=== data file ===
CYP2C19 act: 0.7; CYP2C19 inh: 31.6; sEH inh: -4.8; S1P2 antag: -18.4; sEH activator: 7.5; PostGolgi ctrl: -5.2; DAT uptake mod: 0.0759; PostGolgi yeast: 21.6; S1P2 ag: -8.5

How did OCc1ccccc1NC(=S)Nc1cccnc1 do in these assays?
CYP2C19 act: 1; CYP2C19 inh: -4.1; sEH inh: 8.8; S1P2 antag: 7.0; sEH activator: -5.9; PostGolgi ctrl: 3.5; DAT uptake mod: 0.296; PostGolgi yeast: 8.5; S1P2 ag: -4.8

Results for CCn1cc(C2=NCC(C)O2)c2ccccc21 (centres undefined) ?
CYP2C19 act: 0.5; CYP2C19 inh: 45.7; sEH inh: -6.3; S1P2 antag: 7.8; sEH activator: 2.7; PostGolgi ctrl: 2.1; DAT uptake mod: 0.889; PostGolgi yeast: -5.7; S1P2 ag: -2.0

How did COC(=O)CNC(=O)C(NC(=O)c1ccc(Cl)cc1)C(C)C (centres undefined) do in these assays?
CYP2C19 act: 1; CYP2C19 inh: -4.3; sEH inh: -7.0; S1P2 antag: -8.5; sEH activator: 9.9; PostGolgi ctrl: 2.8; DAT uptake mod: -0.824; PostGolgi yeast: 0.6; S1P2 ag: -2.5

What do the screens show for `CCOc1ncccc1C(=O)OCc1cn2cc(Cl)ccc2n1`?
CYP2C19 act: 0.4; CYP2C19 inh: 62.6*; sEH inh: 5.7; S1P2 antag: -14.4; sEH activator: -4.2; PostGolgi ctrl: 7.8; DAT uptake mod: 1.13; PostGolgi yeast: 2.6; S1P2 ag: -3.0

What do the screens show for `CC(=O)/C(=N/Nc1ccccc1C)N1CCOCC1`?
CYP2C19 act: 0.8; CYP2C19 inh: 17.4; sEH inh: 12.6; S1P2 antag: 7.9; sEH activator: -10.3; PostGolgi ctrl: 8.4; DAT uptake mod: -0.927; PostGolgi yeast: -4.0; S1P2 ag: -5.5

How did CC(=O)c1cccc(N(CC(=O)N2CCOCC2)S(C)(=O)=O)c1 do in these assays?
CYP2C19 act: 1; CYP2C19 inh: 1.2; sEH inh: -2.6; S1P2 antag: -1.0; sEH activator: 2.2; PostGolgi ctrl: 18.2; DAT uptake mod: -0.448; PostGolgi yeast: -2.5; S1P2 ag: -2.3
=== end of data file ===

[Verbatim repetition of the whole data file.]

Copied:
CYP2C19 act: 0.7; CYP2C19 inh: 31.6; sEH inh: -4.8; S1P2 antag: -18.4; sEH activator: 7.5; PostGolgi ctrl: -5.2; DAT uptake mod: 0.0759; PostGolgi yeast: 21.6; S1P2 ag: -8.5

How did OCc1ccccc1NC(=S)Nc1cccnc1 do in these assays?
CYP2C19 act: 1; CYP2C19 inh: -4.1; sEH inh: 8.8; S1P2 antag: 7.0; sEH activator: -5.9; PostGolgi ctrl: 3.5; DAT uptake mod: 0.296; PostGolgi yeast: 8.5; S1P2 ag: -4.8

Results for CCn1cc(C2=NCC(C)O2)c2ccccc21 (centres undefined) ?
CYP2C19 act: 0.5; CYP2C19 inh: 45.7; sEH inh: -6.3; S1P2 antag: 7.8; sEH activator: 2.7; PostGolgi ctrl: 2.1; DAT uptake mod: 0.889; PostGolgi yeast: -5.7; S1P2 ag: -2.0

How did COC(=O)CNC(=O)C(NC(=O)c1ccc(Cl)cc1)C(C)C (centres undefined) do in these assays?
CYP2C19 act: 1; CYP2C19 inh: -4.3; sEH inh: -7.0; S1P2 antag: -8.5; sEH activator: 9.9; PostGolgi ctrl: 2.8; DAT uptake mod: -0.824; PostGolgi yeast: 0.6; S1P2 ag: -2.5

What do the screens show for `CCOc1ncccc1C(=O)OCc1cn2cc(Cl)ccc2n1`?
CYP2C19 act: 0.4; CYP2C19 inh: 62.6*; sEH inh: 5.7; S1P2 antag: -14.4; sEH activator: -4.2; PostGolgi ctrl: 7.8; DAT uptake mod: 1.13; PostGolgi yeast: 2.6; S1P2 ag: -3.0

What do the screens show for `CC(=O)/C(=N/Nc1ccccc1C)N1CCOCC1`?
CYP2C19 act: 0.8; CYP2C19 inh: 17.4; sEH inh: 12.6; S1P2 antag: 7.9; sEH activator: -10.3; PostGolgi ctrl: 8.4; DAT uptake mod: -0.927; PostGolgi yeast: -4.0; S1P2 ag: -5.5

How did CC(=O)c1cccc(N(CC(=O)N2CCOCC2)S(C)(=O)=O)c1 do in these assays?
CYP2C19 act: 1; CYP2C19 inh: 1.2; sEH inh: -2.6; S1P2 antag: -1.0; sEH activator: 2.2; PostGolgi ctrl: 18.2; DAT uptake mod: -0.448; PostGolgi yeast: -2.5; S1P2 ag: -2.3